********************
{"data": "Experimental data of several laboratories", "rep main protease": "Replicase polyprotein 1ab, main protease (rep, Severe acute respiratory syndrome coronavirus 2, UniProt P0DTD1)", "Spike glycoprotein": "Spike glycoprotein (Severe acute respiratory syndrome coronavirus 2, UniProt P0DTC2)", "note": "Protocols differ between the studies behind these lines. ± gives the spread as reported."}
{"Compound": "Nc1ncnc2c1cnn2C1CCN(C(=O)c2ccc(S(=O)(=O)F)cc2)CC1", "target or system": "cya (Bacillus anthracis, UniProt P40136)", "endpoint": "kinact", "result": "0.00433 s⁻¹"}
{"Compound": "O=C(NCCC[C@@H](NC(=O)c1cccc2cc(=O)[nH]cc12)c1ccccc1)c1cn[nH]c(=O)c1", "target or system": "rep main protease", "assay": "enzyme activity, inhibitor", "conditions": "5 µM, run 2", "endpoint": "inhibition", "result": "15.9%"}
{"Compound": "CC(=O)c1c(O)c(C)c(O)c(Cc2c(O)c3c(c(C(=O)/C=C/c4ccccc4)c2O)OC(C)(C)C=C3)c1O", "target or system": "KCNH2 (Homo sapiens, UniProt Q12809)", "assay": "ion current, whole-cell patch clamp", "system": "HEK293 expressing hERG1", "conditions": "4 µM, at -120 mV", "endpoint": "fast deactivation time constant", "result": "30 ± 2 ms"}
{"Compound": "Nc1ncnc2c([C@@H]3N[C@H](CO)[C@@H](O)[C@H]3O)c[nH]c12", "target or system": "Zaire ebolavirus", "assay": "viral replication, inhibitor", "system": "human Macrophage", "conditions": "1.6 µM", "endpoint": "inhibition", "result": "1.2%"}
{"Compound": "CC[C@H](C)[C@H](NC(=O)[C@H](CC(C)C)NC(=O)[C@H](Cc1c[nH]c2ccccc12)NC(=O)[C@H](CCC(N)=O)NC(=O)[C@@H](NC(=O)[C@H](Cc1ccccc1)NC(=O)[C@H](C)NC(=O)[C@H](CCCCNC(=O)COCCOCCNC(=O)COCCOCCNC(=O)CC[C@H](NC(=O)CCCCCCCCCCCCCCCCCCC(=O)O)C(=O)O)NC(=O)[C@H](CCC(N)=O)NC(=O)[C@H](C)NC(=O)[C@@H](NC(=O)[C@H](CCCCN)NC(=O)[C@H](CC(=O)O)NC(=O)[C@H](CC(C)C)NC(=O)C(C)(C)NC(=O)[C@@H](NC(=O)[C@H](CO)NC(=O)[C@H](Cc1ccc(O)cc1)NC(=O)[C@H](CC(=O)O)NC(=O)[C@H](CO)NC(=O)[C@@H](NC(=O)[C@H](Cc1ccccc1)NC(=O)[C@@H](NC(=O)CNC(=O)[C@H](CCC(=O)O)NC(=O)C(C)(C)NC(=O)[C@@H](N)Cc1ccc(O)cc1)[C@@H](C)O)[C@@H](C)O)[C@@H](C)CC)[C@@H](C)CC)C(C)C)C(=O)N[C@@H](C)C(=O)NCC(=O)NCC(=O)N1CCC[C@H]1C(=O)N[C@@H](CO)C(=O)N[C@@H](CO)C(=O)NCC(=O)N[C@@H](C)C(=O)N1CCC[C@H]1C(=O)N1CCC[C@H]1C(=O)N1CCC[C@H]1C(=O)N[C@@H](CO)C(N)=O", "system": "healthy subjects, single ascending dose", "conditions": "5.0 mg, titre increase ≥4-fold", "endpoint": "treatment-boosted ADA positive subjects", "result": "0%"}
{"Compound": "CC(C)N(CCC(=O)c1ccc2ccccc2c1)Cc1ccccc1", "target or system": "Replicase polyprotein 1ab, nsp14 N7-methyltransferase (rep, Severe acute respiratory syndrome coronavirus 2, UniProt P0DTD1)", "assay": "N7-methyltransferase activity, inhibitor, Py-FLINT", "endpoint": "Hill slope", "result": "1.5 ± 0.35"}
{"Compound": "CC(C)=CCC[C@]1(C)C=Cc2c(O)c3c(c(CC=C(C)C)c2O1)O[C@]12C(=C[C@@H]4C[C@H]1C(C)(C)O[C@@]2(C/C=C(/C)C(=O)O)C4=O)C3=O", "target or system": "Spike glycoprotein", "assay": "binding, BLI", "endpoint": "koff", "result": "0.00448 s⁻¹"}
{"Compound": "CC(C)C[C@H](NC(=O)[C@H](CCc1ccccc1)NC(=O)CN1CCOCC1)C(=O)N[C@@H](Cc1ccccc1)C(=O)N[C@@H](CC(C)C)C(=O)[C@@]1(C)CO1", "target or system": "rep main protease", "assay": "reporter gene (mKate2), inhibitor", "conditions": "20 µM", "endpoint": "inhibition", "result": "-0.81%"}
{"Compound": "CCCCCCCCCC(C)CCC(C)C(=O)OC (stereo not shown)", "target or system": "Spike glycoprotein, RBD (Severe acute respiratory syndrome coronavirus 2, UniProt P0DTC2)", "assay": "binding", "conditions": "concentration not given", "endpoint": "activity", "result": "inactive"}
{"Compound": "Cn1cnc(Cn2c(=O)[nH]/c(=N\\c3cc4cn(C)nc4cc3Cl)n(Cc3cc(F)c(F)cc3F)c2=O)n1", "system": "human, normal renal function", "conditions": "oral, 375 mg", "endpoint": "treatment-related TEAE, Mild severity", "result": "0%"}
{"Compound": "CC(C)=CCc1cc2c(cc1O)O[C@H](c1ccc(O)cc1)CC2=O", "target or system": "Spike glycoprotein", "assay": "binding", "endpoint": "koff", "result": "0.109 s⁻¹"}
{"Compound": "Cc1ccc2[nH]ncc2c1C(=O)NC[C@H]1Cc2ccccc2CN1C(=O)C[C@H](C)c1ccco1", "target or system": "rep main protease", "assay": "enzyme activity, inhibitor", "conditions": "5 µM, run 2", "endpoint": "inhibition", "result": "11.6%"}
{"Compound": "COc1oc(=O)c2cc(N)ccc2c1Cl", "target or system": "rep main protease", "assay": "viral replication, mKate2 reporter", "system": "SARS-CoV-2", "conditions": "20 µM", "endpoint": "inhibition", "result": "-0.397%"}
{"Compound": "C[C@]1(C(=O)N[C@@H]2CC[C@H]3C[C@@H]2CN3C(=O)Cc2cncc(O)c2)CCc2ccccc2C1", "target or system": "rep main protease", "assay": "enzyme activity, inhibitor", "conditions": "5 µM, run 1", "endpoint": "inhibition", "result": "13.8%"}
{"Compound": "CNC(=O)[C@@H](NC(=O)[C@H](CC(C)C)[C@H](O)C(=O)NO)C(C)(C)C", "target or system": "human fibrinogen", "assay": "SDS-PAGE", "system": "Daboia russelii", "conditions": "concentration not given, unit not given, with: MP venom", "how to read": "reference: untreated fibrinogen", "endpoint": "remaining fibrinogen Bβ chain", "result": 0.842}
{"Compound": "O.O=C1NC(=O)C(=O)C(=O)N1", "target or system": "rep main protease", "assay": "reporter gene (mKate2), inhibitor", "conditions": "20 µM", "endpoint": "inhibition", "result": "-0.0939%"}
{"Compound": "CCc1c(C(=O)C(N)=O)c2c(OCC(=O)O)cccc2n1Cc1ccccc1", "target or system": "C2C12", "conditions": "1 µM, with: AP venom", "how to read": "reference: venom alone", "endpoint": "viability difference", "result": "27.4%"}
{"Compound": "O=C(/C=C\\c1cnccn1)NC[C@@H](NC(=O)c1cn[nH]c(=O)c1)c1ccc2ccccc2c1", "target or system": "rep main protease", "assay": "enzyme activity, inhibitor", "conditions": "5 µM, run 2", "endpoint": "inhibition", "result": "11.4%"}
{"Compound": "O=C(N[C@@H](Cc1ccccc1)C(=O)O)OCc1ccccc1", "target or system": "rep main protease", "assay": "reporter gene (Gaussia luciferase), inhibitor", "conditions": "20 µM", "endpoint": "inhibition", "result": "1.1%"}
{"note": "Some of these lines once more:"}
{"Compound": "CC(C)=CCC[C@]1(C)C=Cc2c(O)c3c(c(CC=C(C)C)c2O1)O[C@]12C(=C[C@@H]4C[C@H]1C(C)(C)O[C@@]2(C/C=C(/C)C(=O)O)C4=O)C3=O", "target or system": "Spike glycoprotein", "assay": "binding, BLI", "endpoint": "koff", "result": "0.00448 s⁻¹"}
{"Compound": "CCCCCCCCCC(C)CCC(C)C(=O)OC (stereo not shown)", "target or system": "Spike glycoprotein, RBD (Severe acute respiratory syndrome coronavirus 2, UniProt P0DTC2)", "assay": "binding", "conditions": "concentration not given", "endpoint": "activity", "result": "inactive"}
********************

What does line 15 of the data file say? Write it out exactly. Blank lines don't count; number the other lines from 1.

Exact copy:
{"Compound": "C[C@]1(C(=O)N[C@@H]2CC[C@H]3C[C@@H]2CN3C(=O)Cc2cncc(O)c2)CCc2ccccc2C1", "target or system": "rep main protease", "assay": "enzyme activity, inhibitor", "conditions": "5 µM, run 1", "endpoint": "inhibition", "result": "13.8%"}